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COVID-19 pushed Brits to spend extra £15bn on groceries in 2020

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Oscar Williams-Grut
·Senior City Correspondent, Yahoo Finance UK
·2-min read
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Shoppers wearing a face mask or covering due to the COVID-19 pandemic, look at empty fruit and vegetable troughs inside an ASDA supermarket in Walthamstow in north east London on December 22, 2020. - The British government said Tuesday it was considering tests for truckers as part of talks with French authorities to allow the resumption of freight traffic suspended due to a new strain of coronavirus. Britain was plunged into fresh crisis last week with the emergence of a fresh strain of the virus, which is believed to be up to 70 percent more transmissible than other forms. (Photo by Tolga Akmen / AFP) (Photo by TOLGA AKMEN/AFP via Getty Images)
Shoppers wearing a face mask or covering due to the COVID-19 pandemic, look at empty fruit and vegetable troughs inside an ASDA supermarket in Walthamstow in north east London on December 22, 2020. Photo: TOLGA AKMEN/AFP via Getty Images

Stay at home orders and the closure of pubs, cafes and restaurants for much of 2020 led to surging supermarket sales last year.

Market research firm Kantar, which tracks supermarket sales and market share, said Brits spent an extra £15.2bn ($21.1bn) on groceries last year, which was equivalent to 7 billion extra meals eaten at home and 2 billion cups of tea since last spring.

"The pandemic has now been making its mark on our lives and completely changing the way we shop for a full year," said Fraser McKevitt, head of retail and consumer insight at Kantar.

"But we weren’t buying more of everything. With fewer social occasions in the diary, personal care has fallen down the agenda and spending on toiletries dropped by 1%. Liquid soap and hand sanitisers proved to be an understandable exception and sales grew by 127% over the past year."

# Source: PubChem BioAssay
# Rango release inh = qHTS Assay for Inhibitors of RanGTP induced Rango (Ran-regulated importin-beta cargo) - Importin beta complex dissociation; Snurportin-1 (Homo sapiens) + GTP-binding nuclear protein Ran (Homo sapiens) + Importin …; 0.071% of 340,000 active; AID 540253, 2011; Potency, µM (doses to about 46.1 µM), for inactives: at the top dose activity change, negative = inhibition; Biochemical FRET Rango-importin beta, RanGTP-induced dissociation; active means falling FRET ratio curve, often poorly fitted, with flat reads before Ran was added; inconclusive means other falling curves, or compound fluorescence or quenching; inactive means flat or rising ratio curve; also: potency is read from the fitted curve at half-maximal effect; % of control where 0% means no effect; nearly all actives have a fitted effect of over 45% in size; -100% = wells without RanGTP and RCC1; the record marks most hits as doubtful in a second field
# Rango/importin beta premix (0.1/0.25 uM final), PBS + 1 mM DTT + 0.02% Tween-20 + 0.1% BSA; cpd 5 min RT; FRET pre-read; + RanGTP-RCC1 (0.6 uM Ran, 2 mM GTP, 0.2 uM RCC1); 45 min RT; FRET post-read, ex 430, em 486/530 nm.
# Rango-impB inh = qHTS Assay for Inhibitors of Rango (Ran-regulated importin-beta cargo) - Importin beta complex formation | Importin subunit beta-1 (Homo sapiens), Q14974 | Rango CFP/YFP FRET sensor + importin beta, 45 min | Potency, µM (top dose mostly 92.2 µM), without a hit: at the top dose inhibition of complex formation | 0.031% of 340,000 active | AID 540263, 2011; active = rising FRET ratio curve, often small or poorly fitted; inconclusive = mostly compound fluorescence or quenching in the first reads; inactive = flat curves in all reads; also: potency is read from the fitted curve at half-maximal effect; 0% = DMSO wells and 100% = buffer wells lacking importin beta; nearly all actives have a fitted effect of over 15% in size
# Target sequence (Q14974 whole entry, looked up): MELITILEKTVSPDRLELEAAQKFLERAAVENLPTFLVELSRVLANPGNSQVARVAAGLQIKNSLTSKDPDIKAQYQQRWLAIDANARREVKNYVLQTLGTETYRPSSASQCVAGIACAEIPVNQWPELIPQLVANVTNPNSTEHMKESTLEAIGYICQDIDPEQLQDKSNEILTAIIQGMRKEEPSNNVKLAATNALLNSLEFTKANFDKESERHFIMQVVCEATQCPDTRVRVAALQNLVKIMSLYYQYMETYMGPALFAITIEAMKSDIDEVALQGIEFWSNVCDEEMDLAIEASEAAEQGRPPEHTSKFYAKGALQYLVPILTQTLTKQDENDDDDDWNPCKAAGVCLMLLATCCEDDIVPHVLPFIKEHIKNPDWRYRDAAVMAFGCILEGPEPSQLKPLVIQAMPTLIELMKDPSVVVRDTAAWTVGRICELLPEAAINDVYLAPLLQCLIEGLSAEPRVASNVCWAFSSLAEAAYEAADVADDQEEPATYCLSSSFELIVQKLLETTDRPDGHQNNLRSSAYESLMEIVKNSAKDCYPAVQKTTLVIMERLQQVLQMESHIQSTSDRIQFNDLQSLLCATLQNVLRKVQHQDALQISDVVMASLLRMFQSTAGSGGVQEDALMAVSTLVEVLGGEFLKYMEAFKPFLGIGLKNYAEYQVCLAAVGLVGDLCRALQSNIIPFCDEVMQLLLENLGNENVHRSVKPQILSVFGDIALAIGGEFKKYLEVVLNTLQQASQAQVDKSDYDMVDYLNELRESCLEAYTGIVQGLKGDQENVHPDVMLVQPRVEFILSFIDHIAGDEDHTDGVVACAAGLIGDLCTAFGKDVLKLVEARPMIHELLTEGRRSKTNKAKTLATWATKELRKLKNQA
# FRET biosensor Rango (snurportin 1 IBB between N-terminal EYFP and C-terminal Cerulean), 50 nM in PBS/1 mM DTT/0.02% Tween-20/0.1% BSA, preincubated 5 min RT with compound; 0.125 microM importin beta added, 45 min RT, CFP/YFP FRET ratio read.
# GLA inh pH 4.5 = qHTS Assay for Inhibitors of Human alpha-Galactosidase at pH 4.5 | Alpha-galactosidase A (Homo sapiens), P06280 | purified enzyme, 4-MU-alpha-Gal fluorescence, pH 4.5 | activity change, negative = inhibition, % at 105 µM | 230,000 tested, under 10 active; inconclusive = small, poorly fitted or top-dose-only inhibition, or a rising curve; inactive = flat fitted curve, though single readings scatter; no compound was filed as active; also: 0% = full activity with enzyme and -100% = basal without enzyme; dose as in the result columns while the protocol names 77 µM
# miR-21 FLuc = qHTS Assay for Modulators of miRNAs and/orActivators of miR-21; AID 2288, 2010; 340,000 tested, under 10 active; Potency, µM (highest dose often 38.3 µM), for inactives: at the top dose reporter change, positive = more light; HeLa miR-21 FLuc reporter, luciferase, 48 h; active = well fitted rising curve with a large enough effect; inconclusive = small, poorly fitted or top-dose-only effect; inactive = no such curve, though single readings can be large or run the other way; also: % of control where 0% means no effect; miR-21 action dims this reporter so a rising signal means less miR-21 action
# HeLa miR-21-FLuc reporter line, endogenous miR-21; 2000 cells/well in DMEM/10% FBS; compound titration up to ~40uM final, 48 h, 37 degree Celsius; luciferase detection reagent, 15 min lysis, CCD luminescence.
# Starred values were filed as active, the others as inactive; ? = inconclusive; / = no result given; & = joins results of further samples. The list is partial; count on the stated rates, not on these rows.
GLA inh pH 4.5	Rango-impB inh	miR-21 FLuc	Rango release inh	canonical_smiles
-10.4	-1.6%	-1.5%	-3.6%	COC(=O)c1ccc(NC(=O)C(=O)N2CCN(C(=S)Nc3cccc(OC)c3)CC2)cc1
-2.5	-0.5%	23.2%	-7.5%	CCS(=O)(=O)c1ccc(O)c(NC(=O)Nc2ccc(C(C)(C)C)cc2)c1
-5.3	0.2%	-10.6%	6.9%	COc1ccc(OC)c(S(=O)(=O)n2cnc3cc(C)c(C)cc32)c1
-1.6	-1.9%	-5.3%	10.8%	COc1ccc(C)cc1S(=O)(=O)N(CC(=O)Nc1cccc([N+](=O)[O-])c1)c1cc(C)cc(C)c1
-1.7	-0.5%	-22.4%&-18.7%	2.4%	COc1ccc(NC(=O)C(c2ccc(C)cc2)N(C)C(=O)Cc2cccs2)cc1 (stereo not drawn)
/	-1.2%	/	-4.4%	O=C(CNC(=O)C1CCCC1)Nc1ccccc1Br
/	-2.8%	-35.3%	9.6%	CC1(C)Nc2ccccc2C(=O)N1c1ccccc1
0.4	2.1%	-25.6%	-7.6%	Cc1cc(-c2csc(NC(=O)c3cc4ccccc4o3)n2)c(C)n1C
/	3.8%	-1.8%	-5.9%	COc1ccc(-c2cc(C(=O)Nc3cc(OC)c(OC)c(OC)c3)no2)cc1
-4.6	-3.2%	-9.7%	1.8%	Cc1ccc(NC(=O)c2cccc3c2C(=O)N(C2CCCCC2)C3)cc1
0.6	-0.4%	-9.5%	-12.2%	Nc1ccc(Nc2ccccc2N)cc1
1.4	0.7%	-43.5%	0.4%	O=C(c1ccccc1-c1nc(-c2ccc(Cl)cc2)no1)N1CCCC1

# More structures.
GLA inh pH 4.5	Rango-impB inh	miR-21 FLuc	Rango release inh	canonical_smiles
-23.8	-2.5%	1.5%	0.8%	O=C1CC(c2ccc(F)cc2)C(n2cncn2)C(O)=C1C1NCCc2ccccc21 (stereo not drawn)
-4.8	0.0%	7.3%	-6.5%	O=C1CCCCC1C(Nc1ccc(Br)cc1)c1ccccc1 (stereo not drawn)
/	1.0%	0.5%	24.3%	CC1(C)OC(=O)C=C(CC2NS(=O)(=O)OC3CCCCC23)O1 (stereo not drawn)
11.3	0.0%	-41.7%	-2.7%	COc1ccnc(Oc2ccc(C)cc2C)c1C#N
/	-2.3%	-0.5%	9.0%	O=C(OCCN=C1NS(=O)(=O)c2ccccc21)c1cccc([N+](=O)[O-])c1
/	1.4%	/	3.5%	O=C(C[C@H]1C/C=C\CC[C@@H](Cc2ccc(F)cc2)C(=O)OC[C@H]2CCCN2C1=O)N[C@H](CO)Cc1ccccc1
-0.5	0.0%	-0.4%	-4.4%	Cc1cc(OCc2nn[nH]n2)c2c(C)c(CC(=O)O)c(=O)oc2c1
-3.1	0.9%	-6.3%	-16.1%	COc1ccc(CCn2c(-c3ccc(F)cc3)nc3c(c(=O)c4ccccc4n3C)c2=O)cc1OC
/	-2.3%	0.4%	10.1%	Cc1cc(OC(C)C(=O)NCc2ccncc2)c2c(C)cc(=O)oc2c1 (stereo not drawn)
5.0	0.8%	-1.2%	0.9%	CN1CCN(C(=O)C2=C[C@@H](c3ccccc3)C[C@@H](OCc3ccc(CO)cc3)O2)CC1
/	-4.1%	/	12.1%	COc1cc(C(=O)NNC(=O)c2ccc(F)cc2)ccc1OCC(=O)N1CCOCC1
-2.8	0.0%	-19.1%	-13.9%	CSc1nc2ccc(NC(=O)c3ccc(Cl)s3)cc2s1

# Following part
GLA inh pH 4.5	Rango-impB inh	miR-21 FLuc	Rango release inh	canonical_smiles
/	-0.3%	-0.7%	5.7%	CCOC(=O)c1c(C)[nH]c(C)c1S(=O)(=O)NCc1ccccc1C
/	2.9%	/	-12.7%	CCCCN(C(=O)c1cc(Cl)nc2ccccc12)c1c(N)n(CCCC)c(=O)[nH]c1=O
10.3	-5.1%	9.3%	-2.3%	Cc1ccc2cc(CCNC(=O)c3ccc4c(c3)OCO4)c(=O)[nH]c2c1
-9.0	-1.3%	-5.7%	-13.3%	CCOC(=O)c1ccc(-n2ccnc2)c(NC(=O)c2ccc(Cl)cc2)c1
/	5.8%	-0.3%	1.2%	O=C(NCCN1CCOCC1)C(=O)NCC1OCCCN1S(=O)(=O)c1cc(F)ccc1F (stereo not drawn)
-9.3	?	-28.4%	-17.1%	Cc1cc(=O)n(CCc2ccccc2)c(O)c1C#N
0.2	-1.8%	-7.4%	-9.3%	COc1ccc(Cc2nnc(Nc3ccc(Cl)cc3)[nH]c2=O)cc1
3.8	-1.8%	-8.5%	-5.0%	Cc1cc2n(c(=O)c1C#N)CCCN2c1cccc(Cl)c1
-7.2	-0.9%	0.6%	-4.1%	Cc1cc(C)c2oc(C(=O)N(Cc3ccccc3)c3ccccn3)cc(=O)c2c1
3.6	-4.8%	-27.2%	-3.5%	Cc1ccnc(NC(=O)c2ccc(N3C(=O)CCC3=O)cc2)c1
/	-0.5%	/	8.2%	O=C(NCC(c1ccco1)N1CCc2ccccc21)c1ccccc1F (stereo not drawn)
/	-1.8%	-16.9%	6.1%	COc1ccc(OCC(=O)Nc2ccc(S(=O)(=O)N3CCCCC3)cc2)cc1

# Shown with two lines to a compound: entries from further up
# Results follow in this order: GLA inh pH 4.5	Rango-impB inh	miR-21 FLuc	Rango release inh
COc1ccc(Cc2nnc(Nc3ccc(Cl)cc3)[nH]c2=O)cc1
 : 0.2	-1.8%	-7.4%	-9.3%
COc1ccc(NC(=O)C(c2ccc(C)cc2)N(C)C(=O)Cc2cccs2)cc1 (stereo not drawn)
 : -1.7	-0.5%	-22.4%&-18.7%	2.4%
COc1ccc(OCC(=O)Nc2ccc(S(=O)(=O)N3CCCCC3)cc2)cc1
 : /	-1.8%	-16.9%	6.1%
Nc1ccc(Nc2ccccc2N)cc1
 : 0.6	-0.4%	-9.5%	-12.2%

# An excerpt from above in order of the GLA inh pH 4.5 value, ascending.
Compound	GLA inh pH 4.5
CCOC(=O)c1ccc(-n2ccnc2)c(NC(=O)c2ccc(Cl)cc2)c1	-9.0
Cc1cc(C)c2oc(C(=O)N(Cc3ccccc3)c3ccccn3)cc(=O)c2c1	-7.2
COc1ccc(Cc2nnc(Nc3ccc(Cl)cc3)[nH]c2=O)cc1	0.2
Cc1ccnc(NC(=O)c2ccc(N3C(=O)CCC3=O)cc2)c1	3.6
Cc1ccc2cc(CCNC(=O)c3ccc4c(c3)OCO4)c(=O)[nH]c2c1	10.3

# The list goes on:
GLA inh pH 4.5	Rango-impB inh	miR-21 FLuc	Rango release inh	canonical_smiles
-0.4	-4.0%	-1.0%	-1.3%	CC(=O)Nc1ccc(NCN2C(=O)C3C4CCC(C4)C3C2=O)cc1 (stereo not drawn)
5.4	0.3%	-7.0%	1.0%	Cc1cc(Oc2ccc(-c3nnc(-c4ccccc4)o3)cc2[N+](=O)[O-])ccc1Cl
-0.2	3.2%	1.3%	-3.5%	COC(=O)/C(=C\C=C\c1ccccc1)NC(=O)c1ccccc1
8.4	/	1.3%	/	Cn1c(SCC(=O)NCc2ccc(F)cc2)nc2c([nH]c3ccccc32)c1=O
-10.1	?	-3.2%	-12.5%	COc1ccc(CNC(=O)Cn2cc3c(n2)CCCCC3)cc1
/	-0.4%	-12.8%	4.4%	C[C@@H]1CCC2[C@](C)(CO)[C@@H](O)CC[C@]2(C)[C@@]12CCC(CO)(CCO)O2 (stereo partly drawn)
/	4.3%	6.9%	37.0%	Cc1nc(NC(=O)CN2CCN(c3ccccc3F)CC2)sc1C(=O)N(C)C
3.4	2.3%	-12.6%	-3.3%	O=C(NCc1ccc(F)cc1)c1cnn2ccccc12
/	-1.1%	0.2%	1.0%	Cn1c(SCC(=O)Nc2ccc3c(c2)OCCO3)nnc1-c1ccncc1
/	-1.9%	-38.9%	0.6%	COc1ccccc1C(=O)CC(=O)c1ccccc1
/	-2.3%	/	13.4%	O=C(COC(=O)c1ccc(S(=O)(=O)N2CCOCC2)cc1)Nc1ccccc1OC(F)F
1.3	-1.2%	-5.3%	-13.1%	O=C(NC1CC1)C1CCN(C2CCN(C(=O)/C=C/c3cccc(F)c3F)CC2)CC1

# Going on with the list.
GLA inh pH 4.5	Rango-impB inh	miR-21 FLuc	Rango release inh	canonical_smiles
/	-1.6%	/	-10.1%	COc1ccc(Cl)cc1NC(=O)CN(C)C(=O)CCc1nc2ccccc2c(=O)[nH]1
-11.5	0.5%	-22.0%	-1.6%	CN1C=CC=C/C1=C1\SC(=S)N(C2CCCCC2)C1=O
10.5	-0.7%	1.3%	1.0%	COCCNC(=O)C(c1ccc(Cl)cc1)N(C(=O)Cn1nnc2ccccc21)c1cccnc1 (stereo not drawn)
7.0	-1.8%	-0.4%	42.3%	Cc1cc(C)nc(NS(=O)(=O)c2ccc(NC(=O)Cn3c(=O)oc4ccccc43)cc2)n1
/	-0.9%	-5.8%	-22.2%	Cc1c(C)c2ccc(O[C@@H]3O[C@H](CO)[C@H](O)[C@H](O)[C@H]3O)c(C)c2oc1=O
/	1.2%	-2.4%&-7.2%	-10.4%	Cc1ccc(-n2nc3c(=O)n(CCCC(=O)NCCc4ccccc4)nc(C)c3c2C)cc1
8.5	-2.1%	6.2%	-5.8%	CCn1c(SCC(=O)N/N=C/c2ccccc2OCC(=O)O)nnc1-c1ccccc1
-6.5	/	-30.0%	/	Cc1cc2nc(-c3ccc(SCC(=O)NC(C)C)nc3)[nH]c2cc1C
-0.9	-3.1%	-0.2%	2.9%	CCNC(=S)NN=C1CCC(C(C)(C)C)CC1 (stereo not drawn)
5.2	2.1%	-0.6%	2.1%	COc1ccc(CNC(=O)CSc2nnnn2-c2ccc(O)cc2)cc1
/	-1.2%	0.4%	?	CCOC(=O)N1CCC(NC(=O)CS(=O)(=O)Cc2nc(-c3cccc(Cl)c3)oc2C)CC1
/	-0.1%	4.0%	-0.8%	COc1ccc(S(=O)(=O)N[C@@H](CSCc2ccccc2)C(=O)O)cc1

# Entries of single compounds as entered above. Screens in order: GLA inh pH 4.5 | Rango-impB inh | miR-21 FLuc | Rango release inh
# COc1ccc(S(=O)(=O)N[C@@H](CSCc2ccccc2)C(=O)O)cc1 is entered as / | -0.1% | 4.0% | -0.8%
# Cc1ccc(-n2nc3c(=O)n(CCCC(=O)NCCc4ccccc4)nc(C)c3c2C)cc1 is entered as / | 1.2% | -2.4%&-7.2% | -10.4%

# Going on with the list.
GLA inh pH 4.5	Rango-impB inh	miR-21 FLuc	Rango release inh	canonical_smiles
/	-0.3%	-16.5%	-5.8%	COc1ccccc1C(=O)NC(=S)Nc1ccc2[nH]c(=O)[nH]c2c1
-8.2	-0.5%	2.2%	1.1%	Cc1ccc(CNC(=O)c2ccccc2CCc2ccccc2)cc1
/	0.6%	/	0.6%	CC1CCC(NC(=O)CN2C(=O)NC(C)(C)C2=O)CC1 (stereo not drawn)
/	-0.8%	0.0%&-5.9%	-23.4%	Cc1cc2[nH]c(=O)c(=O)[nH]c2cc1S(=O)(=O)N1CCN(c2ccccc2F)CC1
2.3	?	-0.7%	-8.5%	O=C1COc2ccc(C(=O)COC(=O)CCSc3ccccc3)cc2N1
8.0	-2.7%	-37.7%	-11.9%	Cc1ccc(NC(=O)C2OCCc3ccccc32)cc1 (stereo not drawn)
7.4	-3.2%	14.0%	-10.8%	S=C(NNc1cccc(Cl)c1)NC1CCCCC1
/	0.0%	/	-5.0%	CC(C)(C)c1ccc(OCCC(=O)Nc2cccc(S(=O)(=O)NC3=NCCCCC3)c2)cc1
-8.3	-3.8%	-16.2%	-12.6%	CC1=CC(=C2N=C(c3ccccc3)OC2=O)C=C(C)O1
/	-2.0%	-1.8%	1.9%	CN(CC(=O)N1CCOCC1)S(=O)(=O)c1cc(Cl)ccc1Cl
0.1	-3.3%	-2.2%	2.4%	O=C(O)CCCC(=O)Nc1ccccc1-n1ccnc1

Brits have spent an extra £500 on groceries over the last year, Kantar said, taking total supermarket spend to £4,800 for the average household.

Supermarket sales are once again on the up with Britain back in lockdown. Kantar said sales in the four weeks to 21 February were 15.1% higher than the same period last year.

READ MORE: Budget 2021: Brits will be able to buy their favourite pubs with government's £150m pot

Tesco (TSCO.L) was the best performer, growing its market share by 0.2 percentage points. I was the supermarket's first market share gain since December 2016.

Iceland grew its market share by 0.3 percentage points but remains much smaller than Tesco. Morrisons (MRW.L) eked out market share gains of 0.1 percentage point.

"We’ll start to see year-on-year decline following the anniversary of the first national lockdown next month," McKevitt said. "Sales will be measured against last year’s record spending and comparisons will be tough against the heights of 2020. Demand for groceries is also likely to subside as the hospitality sector re-opens."

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